Addiction is a very serious illness that requires treatment. Most people automatically think of substances such as alcohol or drugs when they think about addiction, but a growing number of individuals across the UK are suffering from gambling addictions.
Birmingham’s Heart Radio has spoken to a recovered gambling addict who has warned that gambling is as dangerous as drugs and alcohol in terms of addiction. He believes that the Government needs to be doing more to prevent people becoming addicted. He is now working as an advisor at Aquarius Charity helping those struggling in the same way he did over three years ago.
Aquarius has helped many individuals get help from gambling addictions and Ryan Bloomfield is just one example. The twenty-six-year-old admits that he was being ‘bombarded’ by social media gaming messages and emails enticing him to play. He says these messages were having an impact on his and his family‘s life, so he decided to get help.
Heart conducted a survey in Birmingham and found that almost two-thirds of people believe there need to be more stringent restrictions imposed on adverts for gambling. However, the Advertising Standards Authority said that strict rules are already in place for the gambling industry. The industry will soon be banned from advertising free bets for customers who set up new accounts. Top bookmakers Paddy Power, Coral, Ladbrokes, and William Hill, will stop running such adverts from October 1st, 2015.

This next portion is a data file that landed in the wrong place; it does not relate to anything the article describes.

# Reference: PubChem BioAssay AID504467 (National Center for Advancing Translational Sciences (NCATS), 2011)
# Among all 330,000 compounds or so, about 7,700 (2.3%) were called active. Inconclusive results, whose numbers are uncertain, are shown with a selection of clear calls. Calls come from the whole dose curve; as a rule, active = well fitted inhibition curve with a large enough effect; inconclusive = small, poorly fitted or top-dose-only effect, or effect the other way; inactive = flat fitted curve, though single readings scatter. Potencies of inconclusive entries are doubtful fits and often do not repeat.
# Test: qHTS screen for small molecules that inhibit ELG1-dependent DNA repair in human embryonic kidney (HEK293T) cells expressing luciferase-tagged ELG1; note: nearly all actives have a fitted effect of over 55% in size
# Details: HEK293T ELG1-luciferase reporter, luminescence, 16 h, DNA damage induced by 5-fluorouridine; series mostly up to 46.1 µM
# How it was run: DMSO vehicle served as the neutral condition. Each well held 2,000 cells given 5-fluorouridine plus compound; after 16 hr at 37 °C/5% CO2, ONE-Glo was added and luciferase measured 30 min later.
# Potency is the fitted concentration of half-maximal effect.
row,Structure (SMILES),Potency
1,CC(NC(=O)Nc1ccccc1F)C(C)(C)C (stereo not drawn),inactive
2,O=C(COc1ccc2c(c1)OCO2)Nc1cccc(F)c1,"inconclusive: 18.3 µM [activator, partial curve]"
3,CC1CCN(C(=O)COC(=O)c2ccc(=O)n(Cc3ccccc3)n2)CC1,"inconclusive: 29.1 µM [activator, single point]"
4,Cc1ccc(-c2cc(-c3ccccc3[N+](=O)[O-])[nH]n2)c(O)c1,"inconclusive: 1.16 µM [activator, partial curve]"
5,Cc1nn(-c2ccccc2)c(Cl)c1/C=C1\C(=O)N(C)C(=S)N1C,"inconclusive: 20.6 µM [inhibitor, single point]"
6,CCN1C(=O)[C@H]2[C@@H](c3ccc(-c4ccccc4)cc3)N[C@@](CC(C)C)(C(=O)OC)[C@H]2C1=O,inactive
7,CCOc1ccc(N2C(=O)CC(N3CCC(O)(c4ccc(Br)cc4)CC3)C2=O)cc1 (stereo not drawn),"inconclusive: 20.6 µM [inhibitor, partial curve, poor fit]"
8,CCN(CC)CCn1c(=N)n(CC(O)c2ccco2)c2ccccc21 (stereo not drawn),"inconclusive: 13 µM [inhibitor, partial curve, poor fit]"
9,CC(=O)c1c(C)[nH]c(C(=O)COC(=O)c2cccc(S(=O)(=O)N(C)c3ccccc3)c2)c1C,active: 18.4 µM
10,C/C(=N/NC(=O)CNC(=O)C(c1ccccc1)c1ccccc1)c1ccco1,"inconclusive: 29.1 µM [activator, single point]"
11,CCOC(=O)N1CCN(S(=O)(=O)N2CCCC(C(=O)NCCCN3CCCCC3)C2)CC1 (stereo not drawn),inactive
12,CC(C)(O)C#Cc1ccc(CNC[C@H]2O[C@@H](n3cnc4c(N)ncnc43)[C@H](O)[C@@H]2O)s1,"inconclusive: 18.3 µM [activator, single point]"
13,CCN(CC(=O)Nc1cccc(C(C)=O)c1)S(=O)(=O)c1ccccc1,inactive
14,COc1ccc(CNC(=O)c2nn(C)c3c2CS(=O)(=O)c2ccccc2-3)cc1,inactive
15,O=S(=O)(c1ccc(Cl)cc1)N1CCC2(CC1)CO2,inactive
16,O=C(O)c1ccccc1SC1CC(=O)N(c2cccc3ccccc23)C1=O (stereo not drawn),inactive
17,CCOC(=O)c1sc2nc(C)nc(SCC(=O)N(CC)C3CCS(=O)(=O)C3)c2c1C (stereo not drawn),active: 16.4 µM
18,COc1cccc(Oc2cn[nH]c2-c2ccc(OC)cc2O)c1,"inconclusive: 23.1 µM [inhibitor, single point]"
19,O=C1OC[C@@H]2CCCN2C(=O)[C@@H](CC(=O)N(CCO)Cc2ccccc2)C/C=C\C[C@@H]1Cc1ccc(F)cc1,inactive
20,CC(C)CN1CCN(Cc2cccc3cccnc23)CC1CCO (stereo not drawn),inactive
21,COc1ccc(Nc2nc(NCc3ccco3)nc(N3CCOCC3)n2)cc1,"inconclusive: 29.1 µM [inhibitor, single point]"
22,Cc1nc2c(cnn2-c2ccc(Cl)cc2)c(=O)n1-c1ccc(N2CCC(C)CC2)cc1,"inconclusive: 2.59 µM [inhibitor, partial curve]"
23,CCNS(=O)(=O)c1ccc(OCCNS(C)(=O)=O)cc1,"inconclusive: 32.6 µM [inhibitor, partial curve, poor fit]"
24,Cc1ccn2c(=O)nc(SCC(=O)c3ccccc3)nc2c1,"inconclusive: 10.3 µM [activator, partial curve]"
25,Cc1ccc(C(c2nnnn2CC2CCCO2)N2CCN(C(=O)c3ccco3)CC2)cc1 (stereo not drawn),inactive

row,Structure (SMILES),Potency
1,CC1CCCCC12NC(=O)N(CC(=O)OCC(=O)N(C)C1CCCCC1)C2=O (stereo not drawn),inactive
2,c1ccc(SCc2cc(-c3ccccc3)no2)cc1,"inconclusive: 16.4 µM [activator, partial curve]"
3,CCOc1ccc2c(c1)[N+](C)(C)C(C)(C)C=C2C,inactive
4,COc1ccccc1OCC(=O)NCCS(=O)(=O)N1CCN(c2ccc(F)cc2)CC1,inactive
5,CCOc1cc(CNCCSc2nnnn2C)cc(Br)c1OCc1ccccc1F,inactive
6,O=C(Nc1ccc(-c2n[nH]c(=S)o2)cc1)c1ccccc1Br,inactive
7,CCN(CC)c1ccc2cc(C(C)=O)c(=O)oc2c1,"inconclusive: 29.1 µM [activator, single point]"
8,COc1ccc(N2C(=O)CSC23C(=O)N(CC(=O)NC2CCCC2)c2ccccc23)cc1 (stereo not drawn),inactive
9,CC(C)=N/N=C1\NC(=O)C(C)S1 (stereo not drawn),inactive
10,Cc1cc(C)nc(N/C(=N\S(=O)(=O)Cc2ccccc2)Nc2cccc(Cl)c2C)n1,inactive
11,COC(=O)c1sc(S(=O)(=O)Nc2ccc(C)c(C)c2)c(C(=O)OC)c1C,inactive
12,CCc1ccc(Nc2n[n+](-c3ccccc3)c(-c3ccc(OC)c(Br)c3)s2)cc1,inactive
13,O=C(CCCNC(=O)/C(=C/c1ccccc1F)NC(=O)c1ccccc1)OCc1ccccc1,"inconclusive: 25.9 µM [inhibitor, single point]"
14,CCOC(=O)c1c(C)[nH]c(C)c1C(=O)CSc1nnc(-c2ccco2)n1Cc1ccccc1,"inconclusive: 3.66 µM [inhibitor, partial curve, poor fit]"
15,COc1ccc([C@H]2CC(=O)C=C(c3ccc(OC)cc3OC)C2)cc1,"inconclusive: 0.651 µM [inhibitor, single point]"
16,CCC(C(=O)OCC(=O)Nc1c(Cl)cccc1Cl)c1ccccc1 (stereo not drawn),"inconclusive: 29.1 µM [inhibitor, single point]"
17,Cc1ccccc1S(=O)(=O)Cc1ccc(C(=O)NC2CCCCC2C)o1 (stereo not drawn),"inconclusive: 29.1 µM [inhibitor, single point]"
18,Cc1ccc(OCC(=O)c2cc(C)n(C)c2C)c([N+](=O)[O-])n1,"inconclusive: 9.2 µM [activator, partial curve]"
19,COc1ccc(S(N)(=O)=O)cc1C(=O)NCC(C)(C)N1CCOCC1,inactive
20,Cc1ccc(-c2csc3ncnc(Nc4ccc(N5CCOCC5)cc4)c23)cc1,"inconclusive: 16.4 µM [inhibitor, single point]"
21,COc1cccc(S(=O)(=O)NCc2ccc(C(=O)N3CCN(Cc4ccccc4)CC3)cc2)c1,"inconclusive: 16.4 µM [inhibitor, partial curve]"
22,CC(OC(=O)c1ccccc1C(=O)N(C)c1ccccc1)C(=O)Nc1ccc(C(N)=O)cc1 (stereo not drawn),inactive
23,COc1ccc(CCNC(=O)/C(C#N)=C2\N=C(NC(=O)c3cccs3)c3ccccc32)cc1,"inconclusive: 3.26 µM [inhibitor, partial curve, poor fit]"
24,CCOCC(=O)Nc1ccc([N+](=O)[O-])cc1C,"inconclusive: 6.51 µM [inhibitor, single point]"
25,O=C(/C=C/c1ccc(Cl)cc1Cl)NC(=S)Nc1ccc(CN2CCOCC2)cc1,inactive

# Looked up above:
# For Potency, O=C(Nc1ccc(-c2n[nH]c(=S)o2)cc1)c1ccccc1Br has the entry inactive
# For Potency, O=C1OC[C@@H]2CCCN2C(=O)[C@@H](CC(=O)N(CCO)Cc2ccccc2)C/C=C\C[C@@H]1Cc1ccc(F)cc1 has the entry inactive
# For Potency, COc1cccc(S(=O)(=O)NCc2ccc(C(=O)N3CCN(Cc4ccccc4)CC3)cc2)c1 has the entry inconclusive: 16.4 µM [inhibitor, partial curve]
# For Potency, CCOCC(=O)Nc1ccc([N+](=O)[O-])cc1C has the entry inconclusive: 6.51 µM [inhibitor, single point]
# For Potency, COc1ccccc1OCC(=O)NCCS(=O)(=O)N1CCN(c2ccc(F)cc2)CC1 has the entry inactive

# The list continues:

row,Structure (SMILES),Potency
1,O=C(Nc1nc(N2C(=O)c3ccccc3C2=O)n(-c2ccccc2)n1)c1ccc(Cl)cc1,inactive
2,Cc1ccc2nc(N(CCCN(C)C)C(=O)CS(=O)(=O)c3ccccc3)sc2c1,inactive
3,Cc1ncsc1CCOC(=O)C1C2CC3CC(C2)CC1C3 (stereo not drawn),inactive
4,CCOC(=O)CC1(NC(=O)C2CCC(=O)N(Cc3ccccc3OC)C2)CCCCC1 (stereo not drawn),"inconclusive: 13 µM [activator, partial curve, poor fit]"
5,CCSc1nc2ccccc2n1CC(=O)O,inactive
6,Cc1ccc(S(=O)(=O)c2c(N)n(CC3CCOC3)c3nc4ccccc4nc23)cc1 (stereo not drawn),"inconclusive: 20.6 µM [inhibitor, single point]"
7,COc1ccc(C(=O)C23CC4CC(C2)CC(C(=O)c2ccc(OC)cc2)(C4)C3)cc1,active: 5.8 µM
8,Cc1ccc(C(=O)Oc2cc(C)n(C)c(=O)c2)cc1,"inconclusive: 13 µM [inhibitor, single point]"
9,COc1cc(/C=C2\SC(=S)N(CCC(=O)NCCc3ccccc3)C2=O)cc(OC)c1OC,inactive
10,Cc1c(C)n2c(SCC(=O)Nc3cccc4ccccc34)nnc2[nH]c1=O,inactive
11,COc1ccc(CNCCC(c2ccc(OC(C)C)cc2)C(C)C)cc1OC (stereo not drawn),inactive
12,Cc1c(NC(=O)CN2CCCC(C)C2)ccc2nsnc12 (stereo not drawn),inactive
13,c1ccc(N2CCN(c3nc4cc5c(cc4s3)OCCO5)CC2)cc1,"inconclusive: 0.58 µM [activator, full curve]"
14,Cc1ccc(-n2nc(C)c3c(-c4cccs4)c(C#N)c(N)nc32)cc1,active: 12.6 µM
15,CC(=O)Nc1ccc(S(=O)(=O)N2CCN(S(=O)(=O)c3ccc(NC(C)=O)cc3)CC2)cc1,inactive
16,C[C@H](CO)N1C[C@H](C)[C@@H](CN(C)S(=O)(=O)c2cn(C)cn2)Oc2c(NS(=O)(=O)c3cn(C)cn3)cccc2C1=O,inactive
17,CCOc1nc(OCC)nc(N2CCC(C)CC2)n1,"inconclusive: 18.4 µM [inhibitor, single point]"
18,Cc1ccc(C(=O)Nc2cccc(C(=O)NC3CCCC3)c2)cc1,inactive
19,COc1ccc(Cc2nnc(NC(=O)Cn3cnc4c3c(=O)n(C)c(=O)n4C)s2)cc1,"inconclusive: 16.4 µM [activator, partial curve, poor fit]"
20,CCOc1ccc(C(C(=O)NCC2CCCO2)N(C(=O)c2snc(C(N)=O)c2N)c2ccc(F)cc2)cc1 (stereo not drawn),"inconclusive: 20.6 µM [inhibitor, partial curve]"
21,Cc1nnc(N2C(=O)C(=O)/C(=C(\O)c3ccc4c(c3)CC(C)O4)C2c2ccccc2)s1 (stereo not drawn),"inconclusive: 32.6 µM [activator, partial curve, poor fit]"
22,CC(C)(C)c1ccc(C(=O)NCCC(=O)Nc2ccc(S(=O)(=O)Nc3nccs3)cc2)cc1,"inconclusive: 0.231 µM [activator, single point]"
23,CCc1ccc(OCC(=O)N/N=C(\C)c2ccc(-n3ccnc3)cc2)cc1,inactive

Consequences of a Gambling Addiction
This comes as another sports star has admitted that gambling addiction has had a devastating impact on his life. Former footballer Matthew Etherington admitted that he spent upward of £1.5 million on his addiction and it was not until he had amassed over £800,000 in debt that he actually sought help.
Etherington, who played for Stoke, Tottenham, and West Ham, told of how debt collectors would arrive at the West Ham training ground for the money he owed from gambling. He said, “I was devoid of any responsibility. When a bill came through the letterbox, I’d put it in the bin. Nobody knocked on my door, but people used to turn up at West Ham’s training ground, bookies from Romford dogs.”
He said he would promise to pay them that night at the track but would then go to a different track and they would simply return the next day for their money. Etherington admits he became a great liar but says that is what gamblers learn to be.
His wife left when his addiction spiralled out of control and he had become a ‘liar’. He says he would fob his family off when they raised concerns about his habit. However, when he realised that he had no money left and was trying to claw back thousands of pounds with pennies, he knew he needed to get help. He confesses that this was the moment when ‘I finally wised up’.
Etherington now attends Gamblers Anonymous meetings regularly to help him stay on the right track and he is hoping to move into a career as a football manager.
Gambling addiction is very serious. As in the case of Matthew Etherington, it can lead to the breakdown of relationships as well as financial hardship. Nevertheless, those who get help early can avoid the most severe consequences. If you or a loved one is suffering from a gambling addiction, you need to get help as soon as possible.
Call Rehab Helper today for free, invaluable advice and support. Our expert advisors and counsellors can help by putting you in touch with excellent treatment providers all over the UK.